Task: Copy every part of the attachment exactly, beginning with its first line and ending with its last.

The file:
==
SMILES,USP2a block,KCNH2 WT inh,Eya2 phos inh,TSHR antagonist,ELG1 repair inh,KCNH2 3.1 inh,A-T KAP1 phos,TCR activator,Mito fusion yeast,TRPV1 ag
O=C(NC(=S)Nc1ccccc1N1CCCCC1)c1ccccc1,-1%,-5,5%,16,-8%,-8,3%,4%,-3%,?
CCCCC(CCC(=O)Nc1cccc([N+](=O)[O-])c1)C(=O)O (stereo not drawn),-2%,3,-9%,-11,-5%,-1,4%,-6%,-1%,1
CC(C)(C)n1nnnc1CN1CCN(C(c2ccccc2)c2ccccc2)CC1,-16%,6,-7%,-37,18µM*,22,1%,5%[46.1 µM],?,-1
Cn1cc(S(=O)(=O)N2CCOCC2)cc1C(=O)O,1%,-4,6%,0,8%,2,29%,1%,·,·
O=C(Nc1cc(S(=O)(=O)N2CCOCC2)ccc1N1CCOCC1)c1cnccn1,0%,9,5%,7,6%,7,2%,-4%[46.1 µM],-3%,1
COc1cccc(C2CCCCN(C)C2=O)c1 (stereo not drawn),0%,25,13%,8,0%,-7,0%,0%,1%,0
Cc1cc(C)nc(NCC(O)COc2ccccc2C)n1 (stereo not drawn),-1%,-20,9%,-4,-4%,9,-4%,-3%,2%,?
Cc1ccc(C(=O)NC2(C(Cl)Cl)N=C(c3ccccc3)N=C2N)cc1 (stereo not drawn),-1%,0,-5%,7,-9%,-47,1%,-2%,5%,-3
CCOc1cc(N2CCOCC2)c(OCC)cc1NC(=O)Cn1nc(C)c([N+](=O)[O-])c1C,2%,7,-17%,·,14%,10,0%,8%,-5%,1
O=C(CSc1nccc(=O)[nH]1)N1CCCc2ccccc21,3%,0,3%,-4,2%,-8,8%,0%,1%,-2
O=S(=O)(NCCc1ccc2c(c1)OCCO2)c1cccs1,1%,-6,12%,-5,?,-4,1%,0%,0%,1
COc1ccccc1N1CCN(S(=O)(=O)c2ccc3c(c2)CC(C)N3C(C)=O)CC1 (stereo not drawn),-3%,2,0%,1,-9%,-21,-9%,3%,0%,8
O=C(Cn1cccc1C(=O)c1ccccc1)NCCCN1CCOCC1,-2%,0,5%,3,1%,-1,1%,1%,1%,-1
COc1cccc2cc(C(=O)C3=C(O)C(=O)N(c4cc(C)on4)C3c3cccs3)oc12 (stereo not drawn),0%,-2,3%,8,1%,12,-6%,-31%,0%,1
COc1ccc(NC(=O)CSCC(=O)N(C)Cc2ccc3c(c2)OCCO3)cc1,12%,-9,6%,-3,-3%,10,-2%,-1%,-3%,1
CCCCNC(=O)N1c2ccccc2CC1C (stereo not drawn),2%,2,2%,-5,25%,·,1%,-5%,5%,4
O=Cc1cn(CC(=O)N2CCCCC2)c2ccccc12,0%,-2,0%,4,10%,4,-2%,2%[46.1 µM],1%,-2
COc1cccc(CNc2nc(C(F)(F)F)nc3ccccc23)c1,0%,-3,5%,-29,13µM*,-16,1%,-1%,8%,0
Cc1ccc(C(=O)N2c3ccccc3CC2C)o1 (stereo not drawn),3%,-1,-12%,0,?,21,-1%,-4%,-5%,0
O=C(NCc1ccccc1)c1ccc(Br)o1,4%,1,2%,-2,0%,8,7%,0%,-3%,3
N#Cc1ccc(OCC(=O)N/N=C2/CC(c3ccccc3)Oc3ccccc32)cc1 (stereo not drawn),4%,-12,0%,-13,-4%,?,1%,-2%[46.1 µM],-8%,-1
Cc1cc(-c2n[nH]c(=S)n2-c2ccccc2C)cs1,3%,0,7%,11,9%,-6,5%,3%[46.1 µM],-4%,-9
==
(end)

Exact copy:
SMILES,USP2a block,KCNH2 WT inh,Eya2 phos inh,TSHR antagonist,ELG1 repair inh,KCNH2 3.1 inh,A-T KAP1 phos,TCR activator,Mito fusion yeast,TRPV1 ag
O=C(NC(=S)Nc1ccccc1N1CCCCC1)c1ccccc1,-1%,-5,5%,16,-8%,-8,3%,4%,-3%,?
CCCCC(CCC(=O)Nc1cccc([N+](=O)[O-])c1)C(=O)O (stereo not drawn),-2%,3,-9%,-11,-5%,-1,4%,-6%,-1%,1
CC(C)(C)n1nnnc1CN1CCN(C(c2ccccc2)c2ccccc2)CC1,-16%,6,-7%,-37,18µM*,22,1%,5%[46.1 µM],?,-1
Cn1cc(S(=O)(=O)N2CCOCC2)cc1C(=O)O,1%,-4,6%,0,8%,2,29%,1%,·,·
O=C(Nc1cc(S(=O)(=O)N2CCOCC2)ccc1N1CCOCC1)c1cnccn1,0%,9,5%,7,6%,7,2%,-4%[46.1 µM],-3%,1
COc1cccc(C2CCCCN(C)C2=O)c1 (stereo not drawn),0%,25,13%,8,0%,-7,0%,0%,1%,0
Cc1cc(C)nc(NCC(O)COc2ccccc2C)n1 (stereo not drawn),-1%,-20,9%,-4,-4%,9,-4%,-3%,2%,?
Cc1ccc(C(=O)NC2(C(Cl)Cl)N=C(c3ccccc3)N=C2N)cc1 (stereo not drawn),-1%,0,-5%,7,-9%,-47,1%,-2%,5%,-3
CCOc1cc(N2CCOCC2)c(OCC)cc1NC(=O)Cn1nc(C)c([N+](=O)[O-])c1C,2%,7,-17%,·,14%,10,0%,8%,-5%,1
O=C(CSc1nccc(=O)[nH]1)N1CCCc2ccccc21,3%,0,3%,-4,2%,-8,8%,0%,1%,-2
O=S(=O)(NCCc1ccc2c(c1)OCCO2)c1cccs1,1%,-6,12%,-5,?,-4,1%,0%,0%,1
COc1ccccc1N1CCN(S(=O)(=O)c2ccc3c(c2)CC(C)N3C(C)=O)CC1 (stereo not drawn),-3%,2,0%,1,-9%,-21,-9%,3%,0%,8
O=C(Cn1cccc1C(=O)c1ccccc1)NCCCN1CCOCC1,-2%,0,5%,3,1%,-1,1%,1%,1%,-1
COc1cccc2cc(C(=O)C3=C(O)C(=O)N(c4cc(C)on4)C3c3cccs3)oc12 (stereo not drawn),0%,-2,3%,8,1%,12,-6%,-31%,0%,1
COc1ccc(NC(=O)CSCC(=O)N(C)Cc2ccc3c(c2)OCCO3)cc1,12%,-9,6%,-3,-3%,10,-2%,-1%,-3%,1
CCCCNC(=O)N1c2ccccc2CC1C (stereo not drawn),2%,2,2%,-5,25%,·,1%,-5%,5%,4
O=Cc1cn(CC(=O)N2CCCCC2)c2ccccc12,0%,-2,0%,4,10%,4,-2%,2%[46.1 µM],1%,-2
COc1cccc(CNc2nc(C(F)(F)F)nc3ccccc23)c1,0%,-3,5%,-29,13µM*,-16,1%,-1%,8%,0
Cc1ccc(C(=O)N2c3ccccc3CC2C)o1 (stereo not drawn),3%,-1,-12%,0,?,21,-1%,-4%,-5%,0
O=C(NCc1ccccc1)c1ccc(Br)o1,4%,1,2%,-2,0%,8,7%,0%,-3%,3
N#Cc1ccc(OCC(=O)N/N=C2/CC(c3ccccc3)Oc3ccccc32)cc1 (stereo not drawn),4%,-12,0%,-13,-4%,?,1%,-2%[46.1 µM],-8%,-1
Cc1cc(-c2n[nH]c(=S)n2-c2ccccc2C)cs1,3%,0,7%,11,9%,-6,5%,3%[46.1 µM],-4%,-9